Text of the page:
“Party Down“, the comedy set in the world of event catering, comes back with verve into the second season. John Enborn, one of the exec producers (who also contributes to alot of the writing), says that co-producer Paul Rudd really helped land them some casting “gets” this season. He seems particularly fond of them doing the 50th Birthday Party of Steve Guttenberg in the style of “Eyes Wide Shut”. Megan Mullally, who is gaining traction on “Parks & Recreation” as well, jumps in with the fact that “my character accidently snorts cocaine” during their adventures. Not one to be undone, Adam Scott, the series lead, makes the point that, now as a producer on the show, he has the means to fire himself. His character, in its evolution, has a lot of balls in the air but is trying to keep his life together. His crowning achievement though was being able to wear shorts in an episode stating “I fought for it!”.
“Gravity” is a new entry in the Starz lexicon taking the interesting approach of an outpatient group for suicide survivors made up of an eccentric group of individuals. Eric Schaeffer, known for his films such as “If Lucy Fell”, serves as creator of the series. For him, the draw was that, he says, everybody identifies with a dark side in their lives whether it is “eating too much…spending too much…fucking too much”. He says that in terms of what makes a certain story works is a mystery but that his intention is to make “Gravity” a wide and inclusive show but also to balance and not “send up” this heavy subject matter.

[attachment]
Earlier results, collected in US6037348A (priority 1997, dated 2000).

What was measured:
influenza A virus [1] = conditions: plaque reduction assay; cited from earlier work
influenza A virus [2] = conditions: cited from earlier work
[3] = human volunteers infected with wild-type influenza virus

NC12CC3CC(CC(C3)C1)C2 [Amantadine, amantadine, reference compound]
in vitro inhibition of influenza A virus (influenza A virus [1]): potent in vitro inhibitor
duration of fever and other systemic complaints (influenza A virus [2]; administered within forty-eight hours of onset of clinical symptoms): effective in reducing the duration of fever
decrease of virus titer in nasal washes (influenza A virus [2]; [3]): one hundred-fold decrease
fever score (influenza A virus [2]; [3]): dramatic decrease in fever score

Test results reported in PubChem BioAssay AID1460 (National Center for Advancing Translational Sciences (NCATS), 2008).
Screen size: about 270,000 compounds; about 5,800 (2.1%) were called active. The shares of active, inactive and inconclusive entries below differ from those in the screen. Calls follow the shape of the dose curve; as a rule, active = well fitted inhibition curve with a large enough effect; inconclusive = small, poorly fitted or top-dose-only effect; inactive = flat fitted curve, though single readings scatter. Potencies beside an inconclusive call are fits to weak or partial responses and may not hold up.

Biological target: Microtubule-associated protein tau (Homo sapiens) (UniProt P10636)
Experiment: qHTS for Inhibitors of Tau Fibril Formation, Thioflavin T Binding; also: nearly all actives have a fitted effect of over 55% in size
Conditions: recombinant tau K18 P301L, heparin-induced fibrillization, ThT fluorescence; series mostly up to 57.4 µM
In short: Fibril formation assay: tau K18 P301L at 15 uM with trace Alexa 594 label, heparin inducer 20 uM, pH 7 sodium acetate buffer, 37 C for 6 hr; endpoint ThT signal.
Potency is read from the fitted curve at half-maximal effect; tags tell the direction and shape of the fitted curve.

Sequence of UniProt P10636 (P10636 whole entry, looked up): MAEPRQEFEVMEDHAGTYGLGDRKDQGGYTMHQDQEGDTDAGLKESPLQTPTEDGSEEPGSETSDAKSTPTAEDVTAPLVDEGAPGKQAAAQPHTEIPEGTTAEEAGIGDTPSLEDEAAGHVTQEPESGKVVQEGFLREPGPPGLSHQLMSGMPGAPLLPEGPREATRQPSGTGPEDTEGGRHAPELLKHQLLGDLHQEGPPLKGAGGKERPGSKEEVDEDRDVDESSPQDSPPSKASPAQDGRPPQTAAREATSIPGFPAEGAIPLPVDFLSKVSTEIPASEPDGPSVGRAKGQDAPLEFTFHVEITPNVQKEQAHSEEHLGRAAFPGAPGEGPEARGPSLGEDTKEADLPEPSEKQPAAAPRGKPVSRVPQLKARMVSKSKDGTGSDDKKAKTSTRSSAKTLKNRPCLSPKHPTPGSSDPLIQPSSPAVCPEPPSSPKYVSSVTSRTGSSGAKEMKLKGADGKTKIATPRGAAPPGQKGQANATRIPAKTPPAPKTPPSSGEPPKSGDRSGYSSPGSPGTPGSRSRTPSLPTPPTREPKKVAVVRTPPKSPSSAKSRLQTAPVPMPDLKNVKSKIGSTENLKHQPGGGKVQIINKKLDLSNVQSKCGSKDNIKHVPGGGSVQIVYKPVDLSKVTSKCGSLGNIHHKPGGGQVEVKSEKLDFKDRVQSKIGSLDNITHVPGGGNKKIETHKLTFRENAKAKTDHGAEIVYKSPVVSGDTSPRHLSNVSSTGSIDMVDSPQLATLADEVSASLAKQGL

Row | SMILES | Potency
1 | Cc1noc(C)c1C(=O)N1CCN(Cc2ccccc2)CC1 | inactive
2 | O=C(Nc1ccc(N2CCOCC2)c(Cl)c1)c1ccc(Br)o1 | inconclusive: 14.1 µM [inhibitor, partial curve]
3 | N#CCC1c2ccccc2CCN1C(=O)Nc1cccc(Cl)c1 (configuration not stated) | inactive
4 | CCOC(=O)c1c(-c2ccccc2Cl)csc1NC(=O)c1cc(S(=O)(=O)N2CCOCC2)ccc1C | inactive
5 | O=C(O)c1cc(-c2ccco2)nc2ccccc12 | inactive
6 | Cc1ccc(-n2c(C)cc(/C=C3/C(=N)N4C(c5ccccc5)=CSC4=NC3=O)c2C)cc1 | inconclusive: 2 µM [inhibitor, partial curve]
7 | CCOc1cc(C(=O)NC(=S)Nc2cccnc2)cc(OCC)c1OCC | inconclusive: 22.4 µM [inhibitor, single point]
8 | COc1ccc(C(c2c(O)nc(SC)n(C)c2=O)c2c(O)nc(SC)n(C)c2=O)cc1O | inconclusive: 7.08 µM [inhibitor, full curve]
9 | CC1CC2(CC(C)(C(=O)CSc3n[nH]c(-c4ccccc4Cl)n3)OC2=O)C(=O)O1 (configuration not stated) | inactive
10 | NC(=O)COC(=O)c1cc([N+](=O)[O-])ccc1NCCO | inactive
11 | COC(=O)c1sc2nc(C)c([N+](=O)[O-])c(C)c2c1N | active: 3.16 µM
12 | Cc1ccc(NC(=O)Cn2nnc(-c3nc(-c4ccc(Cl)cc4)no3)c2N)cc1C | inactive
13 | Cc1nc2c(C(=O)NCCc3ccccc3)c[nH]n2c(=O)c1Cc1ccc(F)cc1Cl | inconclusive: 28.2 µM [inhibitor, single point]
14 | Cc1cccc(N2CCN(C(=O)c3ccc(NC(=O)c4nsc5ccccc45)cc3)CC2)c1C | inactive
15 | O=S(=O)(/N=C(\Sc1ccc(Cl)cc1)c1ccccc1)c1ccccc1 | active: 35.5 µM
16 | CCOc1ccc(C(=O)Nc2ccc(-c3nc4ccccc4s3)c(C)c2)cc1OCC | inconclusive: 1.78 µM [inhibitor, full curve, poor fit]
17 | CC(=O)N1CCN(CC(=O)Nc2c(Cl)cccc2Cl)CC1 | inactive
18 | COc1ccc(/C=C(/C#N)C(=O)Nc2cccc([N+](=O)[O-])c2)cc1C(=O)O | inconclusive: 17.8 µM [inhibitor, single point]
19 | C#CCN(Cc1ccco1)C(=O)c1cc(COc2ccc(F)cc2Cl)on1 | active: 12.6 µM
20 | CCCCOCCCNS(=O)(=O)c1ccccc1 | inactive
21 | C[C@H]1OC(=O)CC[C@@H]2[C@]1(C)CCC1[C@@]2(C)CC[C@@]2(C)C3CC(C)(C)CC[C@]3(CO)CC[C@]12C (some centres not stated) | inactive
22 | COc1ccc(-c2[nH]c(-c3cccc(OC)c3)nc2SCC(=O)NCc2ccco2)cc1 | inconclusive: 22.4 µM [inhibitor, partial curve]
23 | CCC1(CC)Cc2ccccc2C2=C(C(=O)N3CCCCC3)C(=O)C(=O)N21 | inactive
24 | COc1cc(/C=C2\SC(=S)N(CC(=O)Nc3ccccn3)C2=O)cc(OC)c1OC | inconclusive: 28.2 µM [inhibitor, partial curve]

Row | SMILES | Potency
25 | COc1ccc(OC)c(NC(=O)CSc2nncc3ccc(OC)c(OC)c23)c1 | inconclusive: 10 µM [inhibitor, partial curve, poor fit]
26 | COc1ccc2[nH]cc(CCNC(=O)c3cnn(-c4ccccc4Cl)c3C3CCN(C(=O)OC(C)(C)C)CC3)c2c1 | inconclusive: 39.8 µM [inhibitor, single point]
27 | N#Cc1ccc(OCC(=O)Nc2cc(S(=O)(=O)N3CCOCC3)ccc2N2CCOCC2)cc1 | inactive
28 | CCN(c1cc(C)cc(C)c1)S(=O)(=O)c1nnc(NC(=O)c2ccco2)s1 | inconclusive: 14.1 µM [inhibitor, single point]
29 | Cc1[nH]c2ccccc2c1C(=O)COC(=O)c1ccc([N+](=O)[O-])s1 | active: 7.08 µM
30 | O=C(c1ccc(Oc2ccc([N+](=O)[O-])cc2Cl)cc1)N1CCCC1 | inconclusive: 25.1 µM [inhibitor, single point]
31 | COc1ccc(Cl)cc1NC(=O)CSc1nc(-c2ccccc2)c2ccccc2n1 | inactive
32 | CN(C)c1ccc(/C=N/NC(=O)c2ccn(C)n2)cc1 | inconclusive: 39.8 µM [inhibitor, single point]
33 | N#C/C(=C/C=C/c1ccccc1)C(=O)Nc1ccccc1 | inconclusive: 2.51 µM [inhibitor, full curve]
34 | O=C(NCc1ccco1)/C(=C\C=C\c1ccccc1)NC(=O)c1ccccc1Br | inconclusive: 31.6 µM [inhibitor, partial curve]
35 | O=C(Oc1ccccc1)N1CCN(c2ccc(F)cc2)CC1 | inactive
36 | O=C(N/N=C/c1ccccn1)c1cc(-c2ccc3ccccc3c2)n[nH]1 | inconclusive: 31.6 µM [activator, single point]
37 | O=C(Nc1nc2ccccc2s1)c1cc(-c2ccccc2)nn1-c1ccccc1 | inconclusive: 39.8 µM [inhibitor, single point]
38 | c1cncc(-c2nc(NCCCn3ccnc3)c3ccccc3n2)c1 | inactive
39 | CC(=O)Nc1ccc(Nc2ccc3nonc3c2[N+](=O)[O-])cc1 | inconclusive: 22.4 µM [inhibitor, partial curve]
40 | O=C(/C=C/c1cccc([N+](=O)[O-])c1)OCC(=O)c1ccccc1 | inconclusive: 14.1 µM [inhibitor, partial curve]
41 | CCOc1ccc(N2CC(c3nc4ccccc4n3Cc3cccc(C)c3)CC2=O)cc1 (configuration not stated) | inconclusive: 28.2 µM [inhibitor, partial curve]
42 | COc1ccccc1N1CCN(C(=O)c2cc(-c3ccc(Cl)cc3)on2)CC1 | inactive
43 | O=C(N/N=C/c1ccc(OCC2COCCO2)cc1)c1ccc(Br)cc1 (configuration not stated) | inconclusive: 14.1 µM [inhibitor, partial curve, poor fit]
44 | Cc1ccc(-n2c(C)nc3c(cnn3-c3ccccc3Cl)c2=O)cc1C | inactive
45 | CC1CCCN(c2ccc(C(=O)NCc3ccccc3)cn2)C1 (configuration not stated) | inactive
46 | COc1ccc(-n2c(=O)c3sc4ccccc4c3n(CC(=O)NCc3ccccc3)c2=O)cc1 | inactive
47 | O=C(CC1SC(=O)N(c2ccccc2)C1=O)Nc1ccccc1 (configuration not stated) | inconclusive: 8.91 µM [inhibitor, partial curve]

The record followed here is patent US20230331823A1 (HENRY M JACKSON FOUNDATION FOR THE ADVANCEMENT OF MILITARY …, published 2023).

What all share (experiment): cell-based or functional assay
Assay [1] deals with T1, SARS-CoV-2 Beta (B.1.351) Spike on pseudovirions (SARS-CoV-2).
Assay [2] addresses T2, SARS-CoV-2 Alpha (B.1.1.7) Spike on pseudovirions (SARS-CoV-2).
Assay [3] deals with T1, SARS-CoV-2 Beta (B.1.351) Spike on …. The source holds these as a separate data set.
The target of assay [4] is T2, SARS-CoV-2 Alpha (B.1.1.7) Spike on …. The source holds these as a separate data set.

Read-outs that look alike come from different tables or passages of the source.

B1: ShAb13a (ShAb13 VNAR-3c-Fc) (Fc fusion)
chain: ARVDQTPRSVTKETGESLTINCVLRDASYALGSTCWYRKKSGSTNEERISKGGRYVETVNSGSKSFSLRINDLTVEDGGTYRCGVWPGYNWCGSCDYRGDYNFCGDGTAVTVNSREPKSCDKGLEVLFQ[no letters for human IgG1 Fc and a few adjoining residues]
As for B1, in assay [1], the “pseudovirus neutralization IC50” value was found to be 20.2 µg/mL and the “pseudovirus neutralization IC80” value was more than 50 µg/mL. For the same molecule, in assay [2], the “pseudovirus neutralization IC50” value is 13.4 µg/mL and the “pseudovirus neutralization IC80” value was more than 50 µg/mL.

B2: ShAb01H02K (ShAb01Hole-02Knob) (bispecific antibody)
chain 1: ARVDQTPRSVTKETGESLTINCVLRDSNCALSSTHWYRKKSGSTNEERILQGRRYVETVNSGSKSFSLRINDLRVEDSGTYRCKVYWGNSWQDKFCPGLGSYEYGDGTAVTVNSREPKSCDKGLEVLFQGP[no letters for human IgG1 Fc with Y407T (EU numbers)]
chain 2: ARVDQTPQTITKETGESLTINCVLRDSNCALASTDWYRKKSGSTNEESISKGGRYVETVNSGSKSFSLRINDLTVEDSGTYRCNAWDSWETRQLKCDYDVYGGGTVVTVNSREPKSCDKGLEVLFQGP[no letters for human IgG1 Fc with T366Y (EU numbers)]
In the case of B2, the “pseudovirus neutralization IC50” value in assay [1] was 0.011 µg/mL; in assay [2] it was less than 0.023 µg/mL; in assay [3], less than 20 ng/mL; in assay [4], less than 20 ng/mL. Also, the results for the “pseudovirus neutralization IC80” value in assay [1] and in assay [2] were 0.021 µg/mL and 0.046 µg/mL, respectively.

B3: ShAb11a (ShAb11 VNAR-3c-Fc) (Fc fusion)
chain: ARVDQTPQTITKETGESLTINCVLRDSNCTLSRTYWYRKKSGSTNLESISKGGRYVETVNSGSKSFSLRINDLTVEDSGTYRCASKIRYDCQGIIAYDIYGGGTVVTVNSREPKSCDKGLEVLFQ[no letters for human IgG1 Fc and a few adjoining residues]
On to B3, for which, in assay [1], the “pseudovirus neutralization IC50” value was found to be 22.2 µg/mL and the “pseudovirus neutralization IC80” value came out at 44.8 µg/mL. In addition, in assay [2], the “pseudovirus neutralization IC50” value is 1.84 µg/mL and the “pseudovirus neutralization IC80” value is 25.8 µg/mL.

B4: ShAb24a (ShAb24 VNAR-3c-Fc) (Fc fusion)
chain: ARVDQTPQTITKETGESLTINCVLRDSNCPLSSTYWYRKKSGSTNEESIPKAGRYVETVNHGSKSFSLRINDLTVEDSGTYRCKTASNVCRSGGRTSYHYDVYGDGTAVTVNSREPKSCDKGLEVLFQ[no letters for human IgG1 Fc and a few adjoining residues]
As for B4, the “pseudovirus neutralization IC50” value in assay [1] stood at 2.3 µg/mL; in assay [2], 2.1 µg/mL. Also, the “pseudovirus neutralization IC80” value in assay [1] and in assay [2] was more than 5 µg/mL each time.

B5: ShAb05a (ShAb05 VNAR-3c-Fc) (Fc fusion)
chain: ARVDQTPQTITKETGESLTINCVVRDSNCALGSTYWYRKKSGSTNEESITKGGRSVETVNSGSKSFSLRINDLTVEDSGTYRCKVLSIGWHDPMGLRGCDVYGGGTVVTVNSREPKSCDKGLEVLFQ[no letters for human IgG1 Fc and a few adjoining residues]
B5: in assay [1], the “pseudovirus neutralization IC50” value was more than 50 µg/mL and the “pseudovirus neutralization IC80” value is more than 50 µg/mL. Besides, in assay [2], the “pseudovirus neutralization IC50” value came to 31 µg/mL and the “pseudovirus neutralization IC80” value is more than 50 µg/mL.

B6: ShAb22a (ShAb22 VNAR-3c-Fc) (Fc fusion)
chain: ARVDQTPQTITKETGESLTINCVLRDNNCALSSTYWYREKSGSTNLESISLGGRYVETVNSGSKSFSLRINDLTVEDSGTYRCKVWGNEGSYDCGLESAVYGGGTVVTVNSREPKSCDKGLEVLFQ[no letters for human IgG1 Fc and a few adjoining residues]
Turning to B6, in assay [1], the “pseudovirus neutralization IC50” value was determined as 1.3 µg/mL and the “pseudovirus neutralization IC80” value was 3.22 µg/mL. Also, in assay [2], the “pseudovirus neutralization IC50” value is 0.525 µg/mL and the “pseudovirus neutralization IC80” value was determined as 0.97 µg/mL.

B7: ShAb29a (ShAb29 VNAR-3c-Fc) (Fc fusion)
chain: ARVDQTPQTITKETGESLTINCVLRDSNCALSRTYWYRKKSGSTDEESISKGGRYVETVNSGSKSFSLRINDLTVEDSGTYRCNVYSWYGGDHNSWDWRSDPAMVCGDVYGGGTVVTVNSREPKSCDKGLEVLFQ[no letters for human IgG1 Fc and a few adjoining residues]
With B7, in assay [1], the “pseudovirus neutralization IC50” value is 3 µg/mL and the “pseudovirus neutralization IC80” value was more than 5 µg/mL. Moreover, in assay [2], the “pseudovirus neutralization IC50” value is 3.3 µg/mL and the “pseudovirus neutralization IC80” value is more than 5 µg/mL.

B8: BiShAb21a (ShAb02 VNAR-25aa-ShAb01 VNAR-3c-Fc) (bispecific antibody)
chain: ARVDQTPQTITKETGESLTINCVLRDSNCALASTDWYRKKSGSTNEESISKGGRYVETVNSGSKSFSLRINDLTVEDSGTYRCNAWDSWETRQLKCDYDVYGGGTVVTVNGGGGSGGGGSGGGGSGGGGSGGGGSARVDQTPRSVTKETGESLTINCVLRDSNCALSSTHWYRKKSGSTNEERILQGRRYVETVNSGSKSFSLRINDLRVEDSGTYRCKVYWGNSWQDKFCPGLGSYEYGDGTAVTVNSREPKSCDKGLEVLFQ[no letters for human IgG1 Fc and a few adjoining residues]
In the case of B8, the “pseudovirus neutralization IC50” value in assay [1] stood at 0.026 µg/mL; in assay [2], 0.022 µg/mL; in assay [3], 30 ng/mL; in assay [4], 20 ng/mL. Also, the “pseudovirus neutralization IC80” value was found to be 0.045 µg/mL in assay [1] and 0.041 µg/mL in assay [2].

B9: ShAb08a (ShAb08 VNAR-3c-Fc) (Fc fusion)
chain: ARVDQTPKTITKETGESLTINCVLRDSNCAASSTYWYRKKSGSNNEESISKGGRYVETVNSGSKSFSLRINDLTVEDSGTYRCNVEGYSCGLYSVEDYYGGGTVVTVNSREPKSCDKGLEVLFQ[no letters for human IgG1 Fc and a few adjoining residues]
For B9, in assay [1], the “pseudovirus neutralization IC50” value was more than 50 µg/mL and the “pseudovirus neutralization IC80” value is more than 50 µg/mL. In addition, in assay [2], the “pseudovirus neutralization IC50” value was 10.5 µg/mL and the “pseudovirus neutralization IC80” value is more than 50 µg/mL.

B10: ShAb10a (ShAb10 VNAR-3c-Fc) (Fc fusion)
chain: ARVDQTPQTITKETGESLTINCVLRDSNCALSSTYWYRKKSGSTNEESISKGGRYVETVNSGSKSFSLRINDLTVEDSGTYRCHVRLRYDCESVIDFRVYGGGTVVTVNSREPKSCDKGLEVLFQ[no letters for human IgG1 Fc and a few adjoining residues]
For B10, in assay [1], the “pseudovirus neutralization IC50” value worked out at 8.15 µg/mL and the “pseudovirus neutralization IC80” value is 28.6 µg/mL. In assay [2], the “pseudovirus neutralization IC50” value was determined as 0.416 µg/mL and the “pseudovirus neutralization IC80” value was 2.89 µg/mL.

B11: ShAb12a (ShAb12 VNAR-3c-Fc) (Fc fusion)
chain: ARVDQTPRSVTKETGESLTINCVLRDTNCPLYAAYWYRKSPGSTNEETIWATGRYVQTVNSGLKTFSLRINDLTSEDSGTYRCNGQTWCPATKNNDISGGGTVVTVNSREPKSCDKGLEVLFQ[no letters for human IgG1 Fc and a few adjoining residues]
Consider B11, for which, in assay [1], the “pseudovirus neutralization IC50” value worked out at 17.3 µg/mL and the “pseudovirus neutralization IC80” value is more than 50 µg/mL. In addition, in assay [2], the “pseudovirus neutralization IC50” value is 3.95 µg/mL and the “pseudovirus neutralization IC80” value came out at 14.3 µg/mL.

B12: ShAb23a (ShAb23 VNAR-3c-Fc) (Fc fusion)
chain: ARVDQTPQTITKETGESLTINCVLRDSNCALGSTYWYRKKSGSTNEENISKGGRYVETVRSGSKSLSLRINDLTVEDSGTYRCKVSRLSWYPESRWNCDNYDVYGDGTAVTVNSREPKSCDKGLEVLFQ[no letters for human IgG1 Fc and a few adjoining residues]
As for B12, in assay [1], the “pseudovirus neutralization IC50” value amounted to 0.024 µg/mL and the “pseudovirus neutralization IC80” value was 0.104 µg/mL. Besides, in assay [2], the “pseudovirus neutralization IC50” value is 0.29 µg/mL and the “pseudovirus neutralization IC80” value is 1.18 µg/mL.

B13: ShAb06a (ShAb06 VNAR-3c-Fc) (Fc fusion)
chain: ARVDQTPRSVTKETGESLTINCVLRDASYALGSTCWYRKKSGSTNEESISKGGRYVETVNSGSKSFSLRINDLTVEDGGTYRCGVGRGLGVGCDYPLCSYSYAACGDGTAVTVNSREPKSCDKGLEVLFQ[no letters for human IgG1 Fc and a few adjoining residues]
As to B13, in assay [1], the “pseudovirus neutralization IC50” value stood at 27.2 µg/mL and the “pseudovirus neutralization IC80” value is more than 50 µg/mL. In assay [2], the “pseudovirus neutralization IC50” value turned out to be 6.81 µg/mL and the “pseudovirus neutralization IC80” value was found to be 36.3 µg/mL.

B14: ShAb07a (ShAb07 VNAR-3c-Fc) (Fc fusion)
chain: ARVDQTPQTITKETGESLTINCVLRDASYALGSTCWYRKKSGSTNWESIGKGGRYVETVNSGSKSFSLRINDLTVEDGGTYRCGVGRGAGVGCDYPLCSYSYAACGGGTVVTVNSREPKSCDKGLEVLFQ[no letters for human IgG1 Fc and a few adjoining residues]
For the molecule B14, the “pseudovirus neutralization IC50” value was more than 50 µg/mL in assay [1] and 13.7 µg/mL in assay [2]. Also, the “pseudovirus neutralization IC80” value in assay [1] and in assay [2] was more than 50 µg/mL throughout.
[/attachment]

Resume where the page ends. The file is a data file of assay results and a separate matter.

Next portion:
Starz’s ace out of the gate looks to be “Spartacus: Blood & Sand“, a sandals epic that doesn’t spare on the sex and violence. Starring Andy Whitefield as the title character with a support cast that includes Lucy Lawless (“Xena”) and John Hannah (“The Mummy”), the delicious irony infuses the idea. Lawless says “the fighting and technology” in making the show “is foreign to me” but says “eventually you get used to it”. For her character, who is the wife of the owner of a gladiator school, “the slaves become an extension of their right hand”. In terms of the nudity required, since certain customs were a way of life in Roman times, she says “the first two times I was terribly nervous” but says she “could not hope for a better partner than John [Hannah]”. She did say “there had to be a protocol” and that “there is never skin-on-skin contact”. Hannah, for his part, says that the sex scenes are as physically composed as one would expect. He calls it “a bit embarrassing” but says “to get coy about such things would be a tragedy”.